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Toward improved prediction of streamflow effects on freshwater fishes

February 2, 2022

Understanding the effects of hydrology on fish populations is essential to managing for native fish conservation. However, despite decades of research illustrating streamflow influences on fish habitat, reproduction and survival, biologists remain challenged when tasked with predicting how fish populations will respond to changes in flow regimes. This uncertainty stems from insufficient understanding of the context-dependent mechanisms underlying fish responses to, for example, periods of reduced flow or altered frequency of high-flow events. We aim to address this gap by drawing on previous research to hypothesize mechanisms by which low- and high-flows influence fish populations and communities, identifying challenges that stem from data limitations and ecological complexity, and outlining research directions that can advance an empirical basis for prediction. Focusing flow-ecology research on testing and refining mechanistic hypotheses can help narrow management uncertainties and better support species conservation in changing flow regimes.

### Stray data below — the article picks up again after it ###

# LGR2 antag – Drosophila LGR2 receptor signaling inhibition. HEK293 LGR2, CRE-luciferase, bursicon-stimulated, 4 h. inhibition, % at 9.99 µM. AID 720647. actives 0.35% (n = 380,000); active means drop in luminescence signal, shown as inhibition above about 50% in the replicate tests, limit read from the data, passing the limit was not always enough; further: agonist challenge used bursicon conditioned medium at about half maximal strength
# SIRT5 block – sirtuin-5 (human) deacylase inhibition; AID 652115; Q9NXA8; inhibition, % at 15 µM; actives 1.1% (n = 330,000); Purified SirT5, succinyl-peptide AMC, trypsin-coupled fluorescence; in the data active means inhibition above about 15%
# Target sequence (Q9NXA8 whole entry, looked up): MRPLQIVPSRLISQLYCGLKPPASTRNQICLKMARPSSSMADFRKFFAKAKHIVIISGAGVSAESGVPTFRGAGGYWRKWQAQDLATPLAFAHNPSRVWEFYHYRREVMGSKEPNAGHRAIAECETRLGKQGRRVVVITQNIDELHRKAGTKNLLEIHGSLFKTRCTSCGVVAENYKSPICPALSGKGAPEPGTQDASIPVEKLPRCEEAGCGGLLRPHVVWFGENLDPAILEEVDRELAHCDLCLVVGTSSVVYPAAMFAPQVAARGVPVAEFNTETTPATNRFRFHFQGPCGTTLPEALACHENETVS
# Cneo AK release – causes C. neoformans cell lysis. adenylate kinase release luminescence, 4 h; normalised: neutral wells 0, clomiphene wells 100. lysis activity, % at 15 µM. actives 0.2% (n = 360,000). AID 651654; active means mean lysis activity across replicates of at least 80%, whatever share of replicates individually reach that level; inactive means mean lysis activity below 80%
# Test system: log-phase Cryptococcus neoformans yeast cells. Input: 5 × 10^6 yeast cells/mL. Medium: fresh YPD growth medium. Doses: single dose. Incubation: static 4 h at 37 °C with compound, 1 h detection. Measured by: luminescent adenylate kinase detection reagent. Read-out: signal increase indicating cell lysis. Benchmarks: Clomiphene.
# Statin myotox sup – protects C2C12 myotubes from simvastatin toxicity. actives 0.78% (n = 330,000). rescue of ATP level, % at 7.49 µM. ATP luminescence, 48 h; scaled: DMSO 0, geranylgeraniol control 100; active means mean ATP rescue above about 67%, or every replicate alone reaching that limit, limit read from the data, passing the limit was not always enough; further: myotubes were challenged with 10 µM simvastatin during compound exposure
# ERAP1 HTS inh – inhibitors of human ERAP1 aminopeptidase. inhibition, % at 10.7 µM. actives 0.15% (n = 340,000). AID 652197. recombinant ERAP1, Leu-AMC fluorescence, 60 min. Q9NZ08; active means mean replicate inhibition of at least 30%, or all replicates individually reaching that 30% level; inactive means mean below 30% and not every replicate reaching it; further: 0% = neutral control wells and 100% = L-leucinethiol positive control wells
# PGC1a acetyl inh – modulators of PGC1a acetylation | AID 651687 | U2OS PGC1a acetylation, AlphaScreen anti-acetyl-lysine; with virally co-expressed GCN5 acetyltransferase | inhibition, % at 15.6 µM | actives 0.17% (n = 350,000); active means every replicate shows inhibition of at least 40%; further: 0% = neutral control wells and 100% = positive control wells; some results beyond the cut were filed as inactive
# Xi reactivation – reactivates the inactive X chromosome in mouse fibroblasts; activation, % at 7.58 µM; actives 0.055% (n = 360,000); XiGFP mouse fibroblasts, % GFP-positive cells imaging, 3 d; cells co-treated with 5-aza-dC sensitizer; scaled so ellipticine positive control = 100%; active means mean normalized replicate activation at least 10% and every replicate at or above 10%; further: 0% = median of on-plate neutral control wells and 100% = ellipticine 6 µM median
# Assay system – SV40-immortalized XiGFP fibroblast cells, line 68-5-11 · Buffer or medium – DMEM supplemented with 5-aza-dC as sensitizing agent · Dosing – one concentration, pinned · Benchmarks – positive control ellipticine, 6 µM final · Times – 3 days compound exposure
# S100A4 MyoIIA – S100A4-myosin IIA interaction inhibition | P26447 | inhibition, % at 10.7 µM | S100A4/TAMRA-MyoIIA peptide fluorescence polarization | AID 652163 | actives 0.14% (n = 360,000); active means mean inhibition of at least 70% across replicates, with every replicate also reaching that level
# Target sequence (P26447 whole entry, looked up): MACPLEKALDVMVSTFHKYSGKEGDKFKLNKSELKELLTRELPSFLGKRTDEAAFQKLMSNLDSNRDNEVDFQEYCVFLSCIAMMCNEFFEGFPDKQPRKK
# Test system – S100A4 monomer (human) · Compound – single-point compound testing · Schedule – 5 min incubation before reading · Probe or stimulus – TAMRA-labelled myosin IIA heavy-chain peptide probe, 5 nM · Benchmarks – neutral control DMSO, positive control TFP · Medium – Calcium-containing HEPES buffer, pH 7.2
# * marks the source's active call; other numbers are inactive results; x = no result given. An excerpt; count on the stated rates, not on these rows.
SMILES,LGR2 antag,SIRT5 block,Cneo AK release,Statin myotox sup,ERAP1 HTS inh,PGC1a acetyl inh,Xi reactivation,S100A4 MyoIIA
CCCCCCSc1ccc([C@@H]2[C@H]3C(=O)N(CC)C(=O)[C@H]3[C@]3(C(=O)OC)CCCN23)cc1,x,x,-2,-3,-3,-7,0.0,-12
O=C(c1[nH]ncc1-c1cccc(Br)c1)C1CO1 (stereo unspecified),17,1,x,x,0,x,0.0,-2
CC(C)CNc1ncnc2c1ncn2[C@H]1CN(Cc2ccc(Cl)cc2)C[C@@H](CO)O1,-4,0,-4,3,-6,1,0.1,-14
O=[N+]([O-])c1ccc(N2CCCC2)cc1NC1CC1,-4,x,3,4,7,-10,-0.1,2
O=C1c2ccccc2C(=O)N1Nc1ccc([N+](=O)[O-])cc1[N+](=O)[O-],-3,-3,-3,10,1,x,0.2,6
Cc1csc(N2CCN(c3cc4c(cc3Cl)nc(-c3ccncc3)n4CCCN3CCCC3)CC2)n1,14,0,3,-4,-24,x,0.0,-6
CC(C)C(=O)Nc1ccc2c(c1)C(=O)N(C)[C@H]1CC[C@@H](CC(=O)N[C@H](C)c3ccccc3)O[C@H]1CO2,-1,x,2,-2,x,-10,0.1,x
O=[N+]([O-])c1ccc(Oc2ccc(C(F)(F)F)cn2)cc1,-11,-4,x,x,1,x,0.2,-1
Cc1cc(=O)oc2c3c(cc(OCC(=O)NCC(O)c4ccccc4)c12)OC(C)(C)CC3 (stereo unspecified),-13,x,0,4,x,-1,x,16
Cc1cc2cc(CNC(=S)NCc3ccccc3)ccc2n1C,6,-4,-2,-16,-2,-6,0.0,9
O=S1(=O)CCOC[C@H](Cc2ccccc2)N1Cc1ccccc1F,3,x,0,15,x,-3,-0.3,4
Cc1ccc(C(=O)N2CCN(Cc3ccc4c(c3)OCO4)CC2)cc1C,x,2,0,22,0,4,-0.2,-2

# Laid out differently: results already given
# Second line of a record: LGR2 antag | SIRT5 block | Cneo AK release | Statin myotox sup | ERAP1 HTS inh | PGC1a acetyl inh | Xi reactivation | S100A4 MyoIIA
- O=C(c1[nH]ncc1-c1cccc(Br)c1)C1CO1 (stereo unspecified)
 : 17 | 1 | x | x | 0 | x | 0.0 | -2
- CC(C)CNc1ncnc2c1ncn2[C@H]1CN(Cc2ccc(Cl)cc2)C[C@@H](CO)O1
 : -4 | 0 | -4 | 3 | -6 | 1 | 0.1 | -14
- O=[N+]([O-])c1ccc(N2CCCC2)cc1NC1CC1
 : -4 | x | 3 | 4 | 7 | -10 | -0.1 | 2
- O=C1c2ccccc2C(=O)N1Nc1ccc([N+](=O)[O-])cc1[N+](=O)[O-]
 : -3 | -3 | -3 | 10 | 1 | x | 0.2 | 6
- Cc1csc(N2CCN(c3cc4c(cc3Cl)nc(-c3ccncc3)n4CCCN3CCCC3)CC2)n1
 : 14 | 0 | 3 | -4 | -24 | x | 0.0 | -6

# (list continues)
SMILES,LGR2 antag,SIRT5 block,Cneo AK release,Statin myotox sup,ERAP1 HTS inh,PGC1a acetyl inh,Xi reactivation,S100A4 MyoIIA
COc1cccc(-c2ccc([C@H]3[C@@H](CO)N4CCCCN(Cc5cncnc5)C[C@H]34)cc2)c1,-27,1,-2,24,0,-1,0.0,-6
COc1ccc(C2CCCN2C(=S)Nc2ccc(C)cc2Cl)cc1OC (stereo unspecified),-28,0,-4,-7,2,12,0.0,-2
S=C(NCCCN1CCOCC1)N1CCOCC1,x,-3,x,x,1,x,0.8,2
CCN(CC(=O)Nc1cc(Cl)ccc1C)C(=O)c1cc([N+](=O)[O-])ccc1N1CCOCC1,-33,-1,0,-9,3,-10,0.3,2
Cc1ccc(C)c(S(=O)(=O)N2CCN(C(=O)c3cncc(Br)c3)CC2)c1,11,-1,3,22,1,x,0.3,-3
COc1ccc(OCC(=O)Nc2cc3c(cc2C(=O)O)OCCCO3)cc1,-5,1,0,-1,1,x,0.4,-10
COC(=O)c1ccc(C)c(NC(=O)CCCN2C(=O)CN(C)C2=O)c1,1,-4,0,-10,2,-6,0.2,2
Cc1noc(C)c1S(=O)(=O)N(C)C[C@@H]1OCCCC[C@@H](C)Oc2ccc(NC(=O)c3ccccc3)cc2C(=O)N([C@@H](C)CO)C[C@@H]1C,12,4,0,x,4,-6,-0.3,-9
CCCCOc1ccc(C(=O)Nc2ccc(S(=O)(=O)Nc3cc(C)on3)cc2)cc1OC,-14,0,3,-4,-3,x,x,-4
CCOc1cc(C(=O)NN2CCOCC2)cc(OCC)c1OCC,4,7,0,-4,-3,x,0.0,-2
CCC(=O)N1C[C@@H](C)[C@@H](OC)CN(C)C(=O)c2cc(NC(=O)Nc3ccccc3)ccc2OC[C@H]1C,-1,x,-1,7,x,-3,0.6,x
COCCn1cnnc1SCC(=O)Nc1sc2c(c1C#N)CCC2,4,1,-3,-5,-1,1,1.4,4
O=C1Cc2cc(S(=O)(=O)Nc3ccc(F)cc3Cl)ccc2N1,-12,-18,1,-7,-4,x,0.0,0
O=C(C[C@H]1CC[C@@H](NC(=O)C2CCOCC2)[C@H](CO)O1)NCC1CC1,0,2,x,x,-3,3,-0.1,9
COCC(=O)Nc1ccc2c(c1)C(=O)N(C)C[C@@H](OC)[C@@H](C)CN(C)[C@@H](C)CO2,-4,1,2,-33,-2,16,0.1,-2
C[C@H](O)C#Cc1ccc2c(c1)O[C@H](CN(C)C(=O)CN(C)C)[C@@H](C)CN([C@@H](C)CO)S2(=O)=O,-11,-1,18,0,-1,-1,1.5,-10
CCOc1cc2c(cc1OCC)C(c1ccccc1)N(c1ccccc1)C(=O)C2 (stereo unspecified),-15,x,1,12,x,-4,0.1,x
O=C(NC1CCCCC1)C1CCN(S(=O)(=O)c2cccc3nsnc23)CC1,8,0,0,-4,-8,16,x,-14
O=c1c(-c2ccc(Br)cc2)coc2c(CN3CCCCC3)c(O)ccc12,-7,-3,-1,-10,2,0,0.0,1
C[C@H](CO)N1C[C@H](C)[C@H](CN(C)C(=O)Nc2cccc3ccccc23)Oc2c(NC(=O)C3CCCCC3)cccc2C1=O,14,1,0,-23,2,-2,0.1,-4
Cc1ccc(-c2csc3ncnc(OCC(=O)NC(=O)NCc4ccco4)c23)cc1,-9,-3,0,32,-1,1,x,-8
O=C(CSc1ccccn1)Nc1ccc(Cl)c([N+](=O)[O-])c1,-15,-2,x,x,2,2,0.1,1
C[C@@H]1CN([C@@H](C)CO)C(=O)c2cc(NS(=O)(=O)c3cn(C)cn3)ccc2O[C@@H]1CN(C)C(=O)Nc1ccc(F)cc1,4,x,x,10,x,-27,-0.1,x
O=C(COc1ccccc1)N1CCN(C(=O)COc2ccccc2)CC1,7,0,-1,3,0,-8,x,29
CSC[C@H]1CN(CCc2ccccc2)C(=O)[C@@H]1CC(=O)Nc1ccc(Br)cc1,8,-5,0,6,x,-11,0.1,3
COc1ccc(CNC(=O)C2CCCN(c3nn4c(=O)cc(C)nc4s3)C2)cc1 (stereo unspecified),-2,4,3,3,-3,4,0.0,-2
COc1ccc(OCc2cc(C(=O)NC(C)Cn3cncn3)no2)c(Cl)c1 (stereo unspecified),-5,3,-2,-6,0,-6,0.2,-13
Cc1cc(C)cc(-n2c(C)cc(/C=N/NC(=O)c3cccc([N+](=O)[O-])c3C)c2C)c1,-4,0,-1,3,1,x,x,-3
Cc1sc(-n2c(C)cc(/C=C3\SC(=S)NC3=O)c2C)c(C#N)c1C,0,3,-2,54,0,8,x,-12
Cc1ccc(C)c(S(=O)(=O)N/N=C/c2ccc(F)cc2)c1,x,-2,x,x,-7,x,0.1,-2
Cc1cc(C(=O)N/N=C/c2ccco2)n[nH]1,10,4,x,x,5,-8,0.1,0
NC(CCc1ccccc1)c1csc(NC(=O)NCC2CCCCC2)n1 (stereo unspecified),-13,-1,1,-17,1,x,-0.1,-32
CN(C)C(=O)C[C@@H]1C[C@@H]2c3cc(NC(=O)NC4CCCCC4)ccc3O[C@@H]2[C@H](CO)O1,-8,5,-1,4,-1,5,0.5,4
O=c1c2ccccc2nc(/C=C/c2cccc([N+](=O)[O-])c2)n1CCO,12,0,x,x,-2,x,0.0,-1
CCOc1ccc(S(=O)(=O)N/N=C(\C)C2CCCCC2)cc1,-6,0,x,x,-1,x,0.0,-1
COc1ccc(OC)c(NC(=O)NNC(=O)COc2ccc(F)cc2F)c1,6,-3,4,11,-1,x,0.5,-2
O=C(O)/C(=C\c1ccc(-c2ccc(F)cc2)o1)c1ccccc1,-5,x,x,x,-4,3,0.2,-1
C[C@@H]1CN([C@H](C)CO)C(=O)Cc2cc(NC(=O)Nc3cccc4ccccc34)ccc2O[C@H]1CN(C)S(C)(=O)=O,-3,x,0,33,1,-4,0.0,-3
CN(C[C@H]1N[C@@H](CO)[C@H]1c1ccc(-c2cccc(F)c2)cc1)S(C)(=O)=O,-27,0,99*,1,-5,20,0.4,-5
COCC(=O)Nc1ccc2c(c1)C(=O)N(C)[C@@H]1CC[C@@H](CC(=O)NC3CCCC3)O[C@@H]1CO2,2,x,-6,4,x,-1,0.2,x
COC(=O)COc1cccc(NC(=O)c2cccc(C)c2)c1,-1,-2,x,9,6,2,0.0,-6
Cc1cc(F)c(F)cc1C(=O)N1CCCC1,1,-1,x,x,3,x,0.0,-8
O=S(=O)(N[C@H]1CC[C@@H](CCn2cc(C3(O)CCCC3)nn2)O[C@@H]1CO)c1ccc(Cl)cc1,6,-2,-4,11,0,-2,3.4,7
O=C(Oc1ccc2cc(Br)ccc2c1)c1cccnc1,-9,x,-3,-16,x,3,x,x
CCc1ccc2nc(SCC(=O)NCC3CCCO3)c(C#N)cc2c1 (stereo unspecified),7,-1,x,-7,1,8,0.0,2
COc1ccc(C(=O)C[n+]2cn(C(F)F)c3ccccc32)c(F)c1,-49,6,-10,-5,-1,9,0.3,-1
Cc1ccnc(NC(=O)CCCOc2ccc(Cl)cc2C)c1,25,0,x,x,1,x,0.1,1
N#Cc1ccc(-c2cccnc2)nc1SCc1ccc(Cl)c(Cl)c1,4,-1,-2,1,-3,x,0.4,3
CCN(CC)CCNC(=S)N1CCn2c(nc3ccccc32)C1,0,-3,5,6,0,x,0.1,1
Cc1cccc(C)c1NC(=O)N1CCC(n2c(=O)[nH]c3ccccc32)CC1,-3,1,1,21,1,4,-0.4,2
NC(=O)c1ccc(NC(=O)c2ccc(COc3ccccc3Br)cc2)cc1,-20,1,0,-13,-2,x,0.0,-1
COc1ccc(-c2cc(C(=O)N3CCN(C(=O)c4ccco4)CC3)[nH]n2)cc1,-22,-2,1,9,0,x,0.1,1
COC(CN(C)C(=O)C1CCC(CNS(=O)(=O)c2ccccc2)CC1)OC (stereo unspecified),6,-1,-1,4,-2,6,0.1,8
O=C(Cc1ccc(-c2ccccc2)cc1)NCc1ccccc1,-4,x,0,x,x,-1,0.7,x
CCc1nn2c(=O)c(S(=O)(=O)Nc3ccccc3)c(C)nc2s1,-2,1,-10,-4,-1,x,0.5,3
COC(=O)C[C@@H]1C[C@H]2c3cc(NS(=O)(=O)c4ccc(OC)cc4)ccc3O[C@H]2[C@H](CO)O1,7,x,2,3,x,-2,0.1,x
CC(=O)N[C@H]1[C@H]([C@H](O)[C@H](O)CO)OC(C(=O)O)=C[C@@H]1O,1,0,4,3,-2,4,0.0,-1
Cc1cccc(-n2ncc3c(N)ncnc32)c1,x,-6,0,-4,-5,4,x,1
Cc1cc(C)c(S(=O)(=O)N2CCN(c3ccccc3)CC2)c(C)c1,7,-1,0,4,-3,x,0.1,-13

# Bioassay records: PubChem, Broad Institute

Citation Information

Publication Year 2022
Title Toward improved prediction of streamflow effects on freshwater fishes
DOI 10.1002/fsh.10731
Authors Mary Freeman, Kevin R. Bestgen, Daren Carlisle, Emmanuel A. Frimpong, Nathan R. Franssen, Ketih B. Gido, Elise R. Irwin, Yoichiro Kanno, Charles H. Luce, S. Kyle McKay, Meryl C. Mims, Julian D. Olden, N. LeRoy Poff, David L. Propst, Laura Rack, Allison H. Roy, Edward S. Stowe, Annika W. Walters, Seth J. Wenger
Publication Type Article
Publication Subtype Journal Article
Series Title Fisheries Magazine
Series Number
Index ID 70227961
Record Source USGS Publications Warehouse
USGS Organization Wyoming Cooperative Fish and Wildlife Research Unit